Michael Sirois’ murder of two Christians he hated in 2004 was not likely the result of any satanic beliefs he held, a University of Waterloo professor said yesterday.
Lorne Dawson, a professor of sociology and religious studies, testified as an expert in Satanism at a hearing being held to determine whether Sirois, 29, should be held criminally responsible for the killings.
The hearing, at Kitchener’s Superior courthouse, has heard a great deal about Sirois’ Satanist beliefs. He called himself a Satanist and practised satanic rituals on an altar in his apartment.
He said he believed the satanic bible gave him permission to kill anyone who had harmed him. He had a long list of people he wanted to hurt who had offended him in some way.
The list included his parents and members of a house church Sirois and his parents had attended years earlier.
Sirois fatally stabbed Verna Bast and Randy Penner, two church members, in their Glasgow Street home on Feb. 20, 2004.
The murders occurred just 19 days after Sirois went to Bast’s home and attacked Penner and another longtime boarder and church member, John Routley.
He blamed them for influencing his parents to raise him too strictly, saying this upbringing had ruined his life. He couldn’t watch television or go swimming or on sleepovers, he said.
The church members told him they had been upset at the way his parents raised him and had urged them to give him more freedoms.
A satanic bible and satanic writings and drawings, which police took from Sirois’s apartment after the murders, were presented in court.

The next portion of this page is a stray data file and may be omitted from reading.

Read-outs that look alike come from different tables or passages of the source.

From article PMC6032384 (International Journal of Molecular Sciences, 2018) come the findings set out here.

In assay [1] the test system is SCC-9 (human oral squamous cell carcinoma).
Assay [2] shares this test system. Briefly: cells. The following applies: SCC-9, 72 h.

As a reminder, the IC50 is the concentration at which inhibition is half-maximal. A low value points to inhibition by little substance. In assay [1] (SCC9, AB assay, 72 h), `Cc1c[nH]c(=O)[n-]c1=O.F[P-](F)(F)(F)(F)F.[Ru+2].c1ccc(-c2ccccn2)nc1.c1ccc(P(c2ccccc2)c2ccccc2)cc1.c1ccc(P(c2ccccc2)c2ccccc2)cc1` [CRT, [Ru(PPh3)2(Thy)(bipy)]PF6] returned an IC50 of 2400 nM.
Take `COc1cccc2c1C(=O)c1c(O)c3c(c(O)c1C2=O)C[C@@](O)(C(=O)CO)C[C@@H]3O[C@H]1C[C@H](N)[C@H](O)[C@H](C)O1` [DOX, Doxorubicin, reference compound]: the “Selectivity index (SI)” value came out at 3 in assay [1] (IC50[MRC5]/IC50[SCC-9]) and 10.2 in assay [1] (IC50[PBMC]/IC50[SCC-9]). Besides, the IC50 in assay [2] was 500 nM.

The professor concluded Sirois was not a serious adherent of the religion.
“I think he’s a dabbler, someone who has his own psychological reasons for why these ideas intrigue him,” Dawson said outside court. “He already had the impulse, and Satanism provided a convenient excuse for acting on his desires.”
The hearing has heard that Sirois said he saw demons and was possessed by a demon. He sometimes feared them, believing they wanted to hurt him.
But Dawson agreed with Crown prosecutor Andre Rajna that Sirois probably just “cherry-picked” a number of different ideas from the satanic bible, popular culture and the Internet, and developed his own belief system.
Choosing Satanism was a “natural fit” for someone rebelling against a strict Christian upbringing, he said, since Satanism “was constructed to be the opposite world view.”
The church members practised a Pentecostal charismatic form of Christianity, which Dawson said includes a strong belief in demons and a struggle between good and evil, or God and the devil.
Legally recognized groups of Satanists don’t condone murder, Dawson said.
The professor based his conclusions partly on statements from witnesses at the hearing, such as two of Sirois’ former girlfriends, a statement Sirois gave police and psychiatric reports.
He also used the expertise of Douglas Cowan, a professor of religious studies at Renison College, who he said is a practising Satanist.
And he repeatedly quoted a “Satanist informant,” a UW graduate student and practising Satanist. Dawson picked the student’s brain for information on actual satanic practices. The student is doing his thesis on Satanism.
Dawson wouldn’t name the man, saying, “It would cause too much trouble in his life.”
The hearing is scheduled to run another three weeks. Sirois has pleaded guilty to two counts of second-degree murder.